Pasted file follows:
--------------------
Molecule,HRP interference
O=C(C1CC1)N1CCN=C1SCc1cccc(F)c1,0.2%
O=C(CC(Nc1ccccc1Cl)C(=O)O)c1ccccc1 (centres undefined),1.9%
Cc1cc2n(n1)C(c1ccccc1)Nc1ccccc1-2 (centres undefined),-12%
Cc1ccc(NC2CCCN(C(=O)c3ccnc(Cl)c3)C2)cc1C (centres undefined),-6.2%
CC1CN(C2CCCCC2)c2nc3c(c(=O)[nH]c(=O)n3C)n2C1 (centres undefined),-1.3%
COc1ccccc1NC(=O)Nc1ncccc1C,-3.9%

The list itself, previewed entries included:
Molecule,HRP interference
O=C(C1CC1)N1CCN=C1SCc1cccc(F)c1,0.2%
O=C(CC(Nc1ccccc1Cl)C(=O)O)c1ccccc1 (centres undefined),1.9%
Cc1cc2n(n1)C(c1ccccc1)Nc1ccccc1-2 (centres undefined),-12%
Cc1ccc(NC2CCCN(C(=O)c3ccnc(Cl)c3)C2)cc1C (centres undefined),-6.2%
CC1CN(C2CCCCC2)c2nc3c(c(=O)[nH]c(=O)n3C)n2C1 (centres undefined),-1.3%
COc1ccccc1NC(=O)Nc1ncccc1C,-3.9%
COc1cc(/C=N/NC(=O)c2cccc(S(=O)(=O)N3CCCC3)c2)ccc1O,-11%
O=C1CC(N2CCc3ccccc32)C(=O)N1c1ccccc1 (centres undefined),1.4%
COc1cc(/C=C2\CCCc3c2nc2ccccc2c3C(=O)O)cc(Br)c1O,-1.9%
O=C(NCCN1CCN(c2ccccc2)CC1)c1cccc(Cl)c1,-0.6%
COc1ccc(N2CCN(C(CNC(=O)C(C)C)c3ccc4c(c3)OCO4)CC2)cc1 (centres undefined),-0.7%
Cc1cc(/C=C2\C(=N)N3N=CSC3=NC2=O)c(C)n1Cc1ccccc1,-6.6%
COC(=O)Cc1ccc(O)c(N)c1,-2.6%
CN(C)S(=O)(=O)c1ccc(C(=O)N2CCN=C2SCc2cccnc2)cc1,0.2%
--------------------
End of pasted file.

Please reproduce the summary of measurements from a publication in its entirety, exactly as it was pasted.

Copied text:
Molecule,HRP interference
O=C(C1CC1)N1CCN=C1SCc1cccc(F)c1,0.2%
O=C(CC(Nc1ccccc1Cl)C(=O)O)c1ccccc1 (centres undefined),1.9%
Cc1cc2n(n1)C(c1ccccc1)Nc1ccccc1-2 (centres undefined),-12%
Cc1ccc(NC2CCCN(C(=O)c3ccnc(Cl)c3)C2)cc1C (centres undefined),-6.2%
CC1CN(C2CCCCC2)c2nc3c(c(=O)[nH]c(=O)n3C)n2C1 (centres undefined),-1.3%
COc1ccccc1NC(=O)Nc1ncccc1C,-3.9%

The list itself, previewed entries included:
Molecule,HRP interference
O=C(C1CC1)N1CCN=C1SCc1cccc(F)c1,0.2%
O=C(CC(Nc1ccccc1Cl)C(=O)O)c1ccccc1 (centres undefined),1.9%
Cc1cc2n(n1)C(c1ccccc1)Nc1ccccc1-2 (centres undefined),-12%
Cc1ccc(NC2CCCN(C(=O)c3ccnc(Cl)c3)C2)cc1C (centres undefined),-6.2%
CC1CN(C2CCCCC2)c2nc3c(c(=O)[nH]c(=O)n3C)n2C1 (centres undefined),-1.3%
COc1ccccc1NC(=O)Nc1ncccc1C,-3.9%
COc1cc(/C=N/NC(=O)c2cccc(S(=O)(=O)N3CCCC3)c2)ccc1O,-11%
O=C1CC(N2CCc3ccccc32)C(=O)N1c1ccccc1 (centres undefined),1.4%
COc1cc(/C=C2\CCCc3c2nc2ccccc2c3C(=O)O)cc(Br)c1O,-1.9%
O=C(NCCN1CCN(c2ccccc2)CC1)c1cccc(Cl)c1,-0.6%
COc1ccc(N2CCN(C(CNC(=O)C(C)C)c3ccc4c(c3)OCO4)CC2)cc1 (centres undefined),-0.7%
Cc1cc(/C=C2\C(=N)N3N=CSC3=NC2=O)c(C)n1Cc1ccccc1,-6.6%
COC(=O)Cc1ccc(O)c(N)c1,-2.6%
CN(C)S(=O)(=O)c1ccc(C(=O)N2CCN=C2SCc2cccnc2)cc1,0.2%